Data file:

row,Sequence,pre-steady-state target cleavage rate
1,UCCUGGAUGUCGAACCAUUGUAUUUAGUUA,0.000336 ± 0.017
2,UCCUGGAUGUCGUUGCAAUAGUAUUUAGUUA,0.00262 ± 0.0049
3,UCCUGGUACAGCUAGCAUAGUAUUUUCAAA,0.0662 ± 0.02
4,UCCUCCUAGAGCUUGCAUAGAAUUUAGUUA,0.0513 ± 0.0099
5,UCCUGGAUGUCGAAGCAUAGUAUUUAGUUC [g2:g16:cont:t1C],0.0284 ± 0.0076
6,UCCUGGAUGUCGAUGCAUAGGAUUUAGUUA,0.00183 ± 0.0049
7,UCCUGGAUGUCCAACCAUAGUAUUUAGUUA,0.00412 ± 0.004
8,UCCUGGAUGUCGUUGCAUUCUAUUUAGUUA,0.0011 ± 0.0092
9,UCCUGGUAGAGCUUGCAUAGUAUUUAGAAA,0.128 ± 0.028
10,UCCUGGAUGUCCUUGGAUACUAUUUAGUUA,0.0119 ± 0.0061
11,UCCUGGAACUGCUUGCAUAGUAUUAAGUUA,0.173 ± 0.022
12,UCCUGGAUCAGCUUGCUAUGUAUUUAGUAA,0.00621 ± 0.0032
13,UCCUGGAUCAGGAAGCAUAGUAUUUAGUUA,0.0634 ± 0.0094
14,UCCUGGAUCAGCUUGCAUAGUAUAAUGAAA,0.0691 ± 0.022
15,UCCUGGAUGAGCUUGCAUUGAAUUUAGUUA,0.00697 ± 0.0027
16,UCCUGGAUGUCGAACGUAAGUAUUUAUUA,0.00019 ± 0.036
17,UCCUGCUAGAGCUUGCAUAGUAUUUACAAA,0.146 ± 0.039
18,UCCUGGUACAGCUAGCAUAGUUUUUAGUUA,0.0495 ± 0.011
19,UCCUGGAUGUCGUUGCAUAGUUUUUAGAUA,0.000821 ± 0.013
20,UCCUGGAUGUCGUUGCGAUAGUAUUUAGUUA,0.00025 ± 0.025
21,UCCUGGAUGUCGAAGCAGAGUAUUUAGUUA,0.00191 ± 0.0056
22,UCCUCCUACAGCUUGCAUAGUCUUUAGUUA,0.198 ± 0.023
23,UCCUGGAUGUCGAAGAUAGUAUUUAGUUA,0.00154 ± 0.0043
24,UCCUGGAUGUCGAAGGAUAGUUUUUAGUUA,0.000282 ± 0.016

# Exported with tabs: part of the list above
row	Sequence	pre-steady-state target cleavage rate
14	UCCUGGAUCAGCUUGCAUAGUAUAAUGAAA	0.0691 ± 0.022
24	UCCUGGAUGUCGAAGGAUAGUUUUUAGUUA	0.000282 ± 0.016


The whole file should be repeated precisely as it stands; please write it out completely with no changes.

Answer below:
row,Sequence,pre-steady-state target cleavage rate
1,UCCUGGAUGUCGAACCAUUGUAUUUAGUUA,0.000336 ± 0.017
2,UCCUGGAUGUCGUUGCAAUAGUAUUUAGUUA,0.00262 ± 0.0049
3,UCCUGGUACAGCUAGCAUAGUAUUUUCAAA,0.0662 ± 0.02
4,UCCUCCUAGAGCUUGCAUAGAAUUUAGUUA,0.0513 ± 0.0099
5,UCCUGGAUGUCGAAGCAUAGUAUUUAGUUC [g2:g16:cont:t1C],0.0284 ± 0.0076
6,UCCUGGAUGUCGAUGCAUAGGAUUUAGUUA,0.00183 ± 0.0049
7,UCCUGGAUGUCCAACCAUAGUAUUUAGUUA,0.00412 ± 0.004
8,UCCUGGAUGUCGUUGCAUUCUAUUUAGUUA,0.0011 ± 0.0092
9,UCCUGGUAGAGCUUGCAUAGUAUUUAGAAA,0.128 ± 0.028
10,UCCUGGAUGUCCUUGGAUACUAUUUAGUUA,0.0119 ± 0.0061
11,UCCUGGAACUGCUUGCAUAGUAUUAAGUUA,0.173 ± 0.022
12,UCCUGGAUCAGCUUGCUAUGUAUUUAGUAA,0.00621 ± 0.0032
13,UCCUGGAUCAGGAAGCAUAGUAUUUAGUUA,0.0634 ± 0.0094
14,UCCUGGAUCAGCUUGCAUAGUAUAAUGAAA,0.0691 ± 0.022
15,UCCUGGAUGAGCUUGCAUUGAAUUUAGUUA,0.00697 ± 0.0027
16,UCCUGGAUGUCGAACGUAAGUAUUUAUUA,0.00019 ± 0.036
17,UCCUGCUAGAGCUUGCAUAGUAUUUACAAA,0.146 ± 0.039
18,UCCUGGUACAGCUAGCAUAGUUUUUAGUUA,0.0495 ± 0.011
19,UCCUGGAUGUCGUUGCAUAGUUUUUAGAUA,0.000821 ± 0.013
20,UCCUGGAUGUCGUUGCGAUAGUAUUUAGUUA,0.00025 ± 0.025
21,UCCUGGAUGUCGAAGCAGAGUAUUUAGUUA,0.00191 ± 0.0056
22,UCCUCCUACAGCUUGCAUAGUCUUUAGUUA,0.198 ± 0.023
23,UCCUGGAUGUCGAAGAUAGUAUUUAGUUA,0.00154 ± 0.0043
24,UCCUGGAUGUCGAAGGAUAGUUUUUAGUUA,0.000282 ± 0.016

# Exported with tabs: part of the list above
row	Sequence	pre-steady-state target cleavage rate
14	UCCUGGAUCAGCUUGCAUAGUAUAAUGAAA	0.0691 ± 0.022
24	UCCUGGAUGUCGAAGGAUAGUUUUUAGUUA	0.000282 ± 0.016